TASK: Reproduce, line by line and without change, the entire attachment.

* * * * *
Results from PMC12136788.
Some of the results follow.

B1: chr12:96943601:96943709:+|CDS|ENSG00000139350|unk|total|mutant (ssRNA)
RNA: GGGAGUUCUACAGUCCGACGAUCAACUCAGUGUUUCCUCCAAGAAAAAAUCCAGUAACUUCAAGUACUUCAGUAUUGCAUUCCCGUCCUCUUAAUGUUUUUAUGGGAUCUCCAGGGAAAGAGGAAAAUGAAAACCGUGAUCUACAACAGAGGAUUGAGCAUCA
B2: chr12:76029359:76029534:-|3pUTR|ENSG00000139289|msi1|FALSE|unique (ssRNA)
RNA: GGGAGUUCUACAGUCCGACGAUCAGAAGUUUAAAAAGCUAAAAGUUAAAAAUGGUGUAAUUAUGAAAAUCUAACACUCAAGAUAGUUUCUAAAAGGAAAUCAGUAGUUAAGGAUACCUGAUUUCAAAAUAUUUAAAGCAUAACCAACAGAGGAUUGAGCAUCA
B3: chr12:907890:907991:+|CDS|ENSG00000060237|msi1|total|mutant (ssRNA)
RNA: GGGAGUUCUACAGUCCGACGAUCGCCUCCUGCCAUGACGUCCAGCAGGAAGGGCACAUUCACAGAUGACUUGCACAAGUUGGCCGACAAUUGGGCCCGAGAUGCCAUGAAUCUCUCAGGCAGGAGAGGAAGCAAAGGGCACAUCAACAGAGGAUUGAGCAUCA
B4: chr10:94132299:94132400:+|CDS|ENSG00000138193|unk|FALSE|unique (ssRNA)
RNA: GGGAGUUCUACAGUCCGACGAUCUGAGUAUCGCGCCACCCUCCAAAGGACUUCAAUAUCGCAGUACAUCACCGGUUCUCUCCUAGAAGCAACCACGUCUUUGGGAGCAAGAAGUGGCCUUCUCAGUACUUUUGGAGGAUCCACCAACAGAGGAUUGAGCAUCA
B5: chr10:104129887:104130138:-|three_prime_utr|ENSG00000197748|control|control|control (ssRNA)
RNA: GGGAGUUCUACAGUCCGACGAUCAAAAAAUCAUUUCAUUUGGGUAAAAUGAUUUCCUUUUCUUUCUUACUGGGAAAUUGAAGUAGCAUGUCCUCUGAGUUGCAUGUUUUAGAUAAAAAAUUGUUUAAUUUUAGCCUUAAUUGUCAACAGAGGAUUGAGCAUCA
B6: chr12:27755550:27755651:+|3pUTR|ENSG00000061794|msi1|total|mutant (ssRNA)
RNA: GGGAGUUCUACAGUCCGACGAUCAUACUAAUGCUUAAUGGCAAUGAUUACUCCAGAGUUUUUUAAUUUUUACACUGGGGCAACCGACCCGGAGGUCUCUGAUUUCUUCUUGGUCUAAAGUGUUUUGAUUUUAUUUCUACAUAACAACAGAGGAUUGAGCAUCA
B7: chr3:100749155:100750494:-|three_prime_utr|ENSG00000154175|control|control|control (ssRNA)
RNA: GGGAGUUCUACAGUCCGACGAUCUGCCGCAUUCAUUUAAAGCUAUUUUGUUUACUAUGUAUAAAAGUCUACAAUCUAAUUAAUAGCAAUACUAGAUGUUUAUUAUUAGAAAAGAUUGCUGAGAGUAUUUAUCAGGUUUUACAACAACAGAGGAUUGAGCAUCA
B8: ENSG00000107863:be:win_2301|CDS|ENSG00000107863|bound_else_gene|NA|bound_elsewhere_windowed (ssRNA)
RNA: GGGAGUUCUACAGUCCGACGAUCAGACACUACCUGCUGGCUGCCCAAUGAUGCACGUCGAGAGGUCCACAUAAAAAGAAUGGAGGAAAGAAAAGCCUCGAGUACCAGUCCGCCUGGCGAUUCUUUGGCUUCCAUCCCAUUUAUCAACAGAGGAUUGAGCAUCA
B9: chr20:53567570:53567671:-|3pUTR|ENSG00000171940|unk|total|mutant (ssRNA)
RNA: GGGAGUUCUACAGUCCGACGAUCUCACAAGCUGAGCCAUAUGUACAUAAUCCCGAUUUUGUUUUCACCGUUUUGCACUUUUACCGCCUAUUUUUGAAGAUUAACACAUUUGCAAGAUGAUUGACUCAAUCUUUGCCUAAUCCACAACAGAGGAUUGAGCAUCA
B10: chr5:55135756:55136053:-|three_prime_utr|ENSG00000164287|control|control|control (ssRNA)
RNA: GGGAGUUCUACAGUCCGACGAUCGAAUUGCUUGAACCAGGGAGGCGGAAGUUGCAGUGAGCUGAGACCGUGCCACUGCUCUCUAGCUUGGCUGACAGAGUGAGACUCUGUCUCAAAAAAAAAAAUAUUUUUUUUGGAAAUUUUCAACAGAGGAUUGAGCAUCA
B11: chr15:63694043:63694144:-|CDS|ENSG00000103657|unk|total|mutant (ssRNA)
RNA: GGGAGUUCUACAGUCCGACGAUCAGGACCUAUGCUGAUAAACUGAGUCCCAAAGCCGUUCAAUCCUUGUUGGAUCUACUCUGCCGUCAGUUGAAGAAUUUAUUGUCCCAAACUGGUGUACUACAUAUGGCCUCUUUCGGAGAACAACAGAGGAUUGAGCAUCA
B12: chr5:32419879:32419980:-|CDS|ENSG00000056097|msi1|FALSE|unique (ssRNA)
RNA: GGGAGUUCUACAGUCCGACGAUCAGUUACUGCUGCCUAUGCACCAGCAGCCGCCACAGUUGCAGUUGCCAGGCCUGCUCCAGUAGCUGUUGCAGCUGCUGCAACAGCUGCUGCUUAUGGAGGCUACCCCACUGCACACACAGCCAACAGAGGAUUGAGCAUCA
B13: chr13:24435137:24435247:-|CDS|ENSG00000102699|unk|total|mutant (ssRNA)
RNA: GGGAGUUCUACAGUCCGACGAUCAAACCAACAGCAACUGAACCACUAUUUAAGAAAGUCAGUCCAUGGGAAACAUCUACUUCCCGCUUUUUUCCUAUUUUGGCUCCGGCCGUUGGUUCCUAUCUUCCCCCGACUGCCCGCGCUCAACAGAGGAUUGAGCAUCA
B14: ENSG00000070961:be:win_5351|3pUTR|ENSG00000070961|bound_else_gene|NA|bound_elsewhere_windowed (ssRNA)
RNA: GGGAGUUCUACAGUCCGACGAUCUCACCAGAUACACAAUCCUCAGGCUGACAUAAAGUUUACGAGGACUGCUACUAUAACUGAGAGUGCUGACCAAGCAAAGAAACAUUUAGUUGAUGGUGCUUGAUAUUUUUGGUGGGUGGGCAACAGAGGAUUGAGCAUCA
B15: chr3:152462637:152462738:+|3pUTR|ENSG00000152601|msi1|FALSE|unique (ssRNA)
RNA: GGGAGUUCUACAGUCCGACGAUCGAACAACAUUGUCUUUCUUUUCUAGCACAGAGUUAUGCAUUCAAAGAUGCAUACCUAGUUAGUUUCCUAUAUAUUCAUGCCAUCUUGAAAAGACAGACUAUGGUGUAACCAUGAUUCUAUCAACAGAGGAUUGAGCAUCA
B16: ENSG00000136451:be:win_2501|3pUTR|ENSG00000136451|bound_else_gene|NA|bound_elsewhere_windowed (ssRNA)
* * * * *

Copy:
Results from PMC12136788.
Some of the results follow.

B1: chr12:96943601:96943709:+|CDS|ENSG00000139350|unk|total|mutant (ssRNA)
RNA: GGGAGUUCUACAGUCCGACGAUCAACUCAGUGUUUCCUCCAAGAAAAAAUCCAGUAACUUCAAGUACUUCAGUAUUGCAUUCCCGUCCUCUUAAUGUUUUUAUGGGAUCUCCAGGGAAAGAGGAAAAUGAAAACCGUGAUCUACAACAGAGGAUUGAGCAUCA
B2: chr12:76029359:76029534:-|3pUTR|ENSG00000139289|msi1|FALSE|unique (ssRNA)
RNA: GGGAGUUCUACAGUCCGACGAUCAGAAGUUUAAAAAGCUAAAAGUUAAAAAUGGUGUAAUUAUGAAAAUCUAACACUCAAGAUAGUUUCUAAAAGGAAAUCAGUAGUUAAGGAUACCUGAUUUCAAAAUAUUUAAAGCAUAACCAACAGAGGAUUGAGCAUCA
B3: chr12:907890:907991:+|CDS|ENSG00000060237|msi1|total|mutant (ssRNA)
RNA: GGGAGUUCUACAGUCCGACGAUCGCCUCCUGCCAUGACGUCCAGCAGGAAGGGCACAUUCACAGAUGACUUGCACAAGUUGGCCGACAAUUGGGCCCGAGAUGCCAUGAAUCUCUCAGGCAGGAGAGGAAGCAAAGGGCACAUCAACAGAGGAUUGAGCAUCA
B4: chr10:94132299:94132400:+|CDS|ENSG00000138193|unk|FALSE|unique (ssRNA)
RNA: GGGAGUUCUACAGUCCGACGAUCUGAGUAUCGCGCCACCCUCCAAAGGACUUCAAUAUCGCAGUACAUCACCGGUUCUCUCCUAGAAGCAACCACGUCUUUGGGAGCAAGAAGUGGCCUUCUCAGUACUUUUGGAGGAUCCACCAACAGAGGAUUGAGCAUCA
B5: chr10:104129887:104130138:-|three_prime_utr|ENSG00000197748|control|control|control (ssRNA)
RNA: GGGAGUUCUACAGUCCGACGAUCAAAAAAUCAUUUCAUUUGGGUAAAAUGAUUUCCUUUUCUUUCUUACUGGGAAAUUGAAGUAGCAUGUCCUCUGAGUUGCAUGUUUUAGAUAAAAAAUUGUUUAAUUUUAGCCUUAAUUGUCAACAGAGGAUUGAGCAUCA
B6: chr12:27755550:27755651:+|3pUTR|ENSG00000061794|msi1|total|mutant (ssRNA)
RNA: GGGAGUUCUACAGUCCGACGAUCAUACUAAUGCUUAAUGGCAAUGAUUACUCCAGAGUUUUUUAAUUUUUACACUGGGGCAACCGACCCGGAGGUCUCUGAUUUCUUCUUGGUCUAAAGUGUUUUGAUUUUAUUUCUACAUAACAACAGAGGAUUGAGCAUCA
B7: chr3:100749155:100750494:-|three_prime_utr|ENSG00000154175|control|control|control (ssRNA)
RNA: GGGAGUUCUACAGUCCGACGAUCUGCCGCAUUCAUUUAAAGCUAUUUUGUUUACUAUGUAUAAAAGUCUACAAUCUAAUUAAUAGCAAUACUAGAUGUUUAUUAUUAGAAAAGAUUGCUGAGAGUAUUUAUCAGGUUUUACAACAACAGAGGAUUGAGCAUCA
B8: ENSG00000107863:be:win_2301|CDS|ENSG00000107863|bound_else_gene|NA|bound_elsewhere_windowed (ssRNA)
RNA: GGGAGUUCUACAGUCCGACGAUCAGACACUACCUGCUGGCUGCCCAAUGAUGCACGUCGAGAGGUCCACAUAAAAAGAAUGGAGGAAAGAAAAGCCUCGAGUACCAGUCCGCCUGGCGAUUCUUUGGCUUCCAUCCCAUUUAUCAACAGAGGAUUGAGCAUCA
B9: chr20:53567570:53567671:-|3pUTR|ENSG00000171940|unk|total|mutant (ssRNA)
RNA: GGGAGUUCUACAGUCCGACGAUCUCACAAGCUGAGCCAUAUGUACAUAAUCCCGAUUUUGUUUUCACCGUUUUGCACUUUUACCGCCUAUUUUUGAAGAUUAACACAUUUGCAAGAUGAUUGACUCAAUCUUUGCCUAAUCCACAACAGAGGAUUGAGCAUCA
B10: chr5:55135756:55136053:-|three_prime_utr|ENSG00000164287|control|control|control (ssRNA)
RNA: GGGAGUUCUACAGUCCGACGAUCGAAUUGCUUGAACCAGGGAGGCGGAAGUUGCAGUGAGCUGAGACCGUGCCACUGCUCUCUAGCUUGGCUGACAGAGUGAGACUCUGUCUCAAAAAAAAAAAUAUUUUUUUUGGAAAUUUUCAACAGAGGAUUGAGCAUCA
B11: chr15:63694043:63694144:-|CDS|ENSG00000103657|unk|total|mutant (ssRNA)
RNA: GGGAGUUCUACAGUCCGACGAUCAGGACCUAUGCUGAUAAACUGAGUCCCAAAGCCGUUCAAUCCUUGUUGGAUCUACUCUGCCGUCAGUUGAAGAAUUUAUUGUCCCAAACUGGUGUACUACAUAUGGCCUCUUUCGGAGAACAACAGAGGAUUGAGCAUCA
B12: chr5:32419879:32419980:-|CDS|ENSG00000056097|msi1|FALSE|unique (ssRNA)
RNA: GGGAGUUCUACAGUCCGACGAUCAGUUACUGCUGCCUAUGCACCAGCAGCCGCCACAGUUGCAGUUGCCAGGCCUGCUCCAGUAGCUGUUGCAGCUGCUGCAACAGCUGCUGCUUAUGGAGGCUACCCCACUGCACACACAGCCAACAGAGGAUUGAGCAUCA
B13: chr13:24435137:24435247:-|CDS|ENSG00000102699|unk|total|mutant (ssRNA)
RNA: GGGAGUUCUACAGUCCGACGAUCAAACCAACAGCAACUGAACCACUAUUUAAGAAAGUCAGUCCAUGGGAAACAUCUACUUCCCGCUUUUUUCCUAUUUUGGCUCCGGCCGUUGGUUCCUAUCUUCCCCCGACUGCCCGCGCUCAACAGAGGAUUGAGCAUCA
B14: ENSG00000070961:be:win_5351|3pUTR|ENSG00000070961|bound_else_gene|NA|bound_elsewhere_windowed (ssRNA)
RNA: GGGAGUUCUACAGUCCGACGAUCUCACCAGAUACACAAUCCUCAGGCUGACAUAAAGUUUACGAGGACUGCUACUAUAACUGAGAGUGCUGACCAAGCAAAGAAACAUUUAGUUGAUGGUGCUUGAUAUUUUUGGUGGGUGGGCAACAGAGGAUUGAGCAUCA
B15: chr3:152462637:152462738:+|3pUTR|ENSG00000152601|msi1|FALSE|unique (ssRNA)
RNA: GGGAGUUCUACAGUCCGACGAUCGAACAACAUUGUCUUUCUUUUCUAGCACAGAGUUAUGCAUUCAAAGAUGCAUACCUAGUUAGUUUCCUAUAUAUUCAUGCCAUCUUGAAAAGACAGACUAUGGUGUAACCAUGAUUCUAUCAACAGAGGAUUGAGCAUCA
B16: ENSG00000136451:be:win_2501|3pUTR|ENSG00000136451|bound_else_gene|NA|bound_elsewhere_windowed (ssRNA)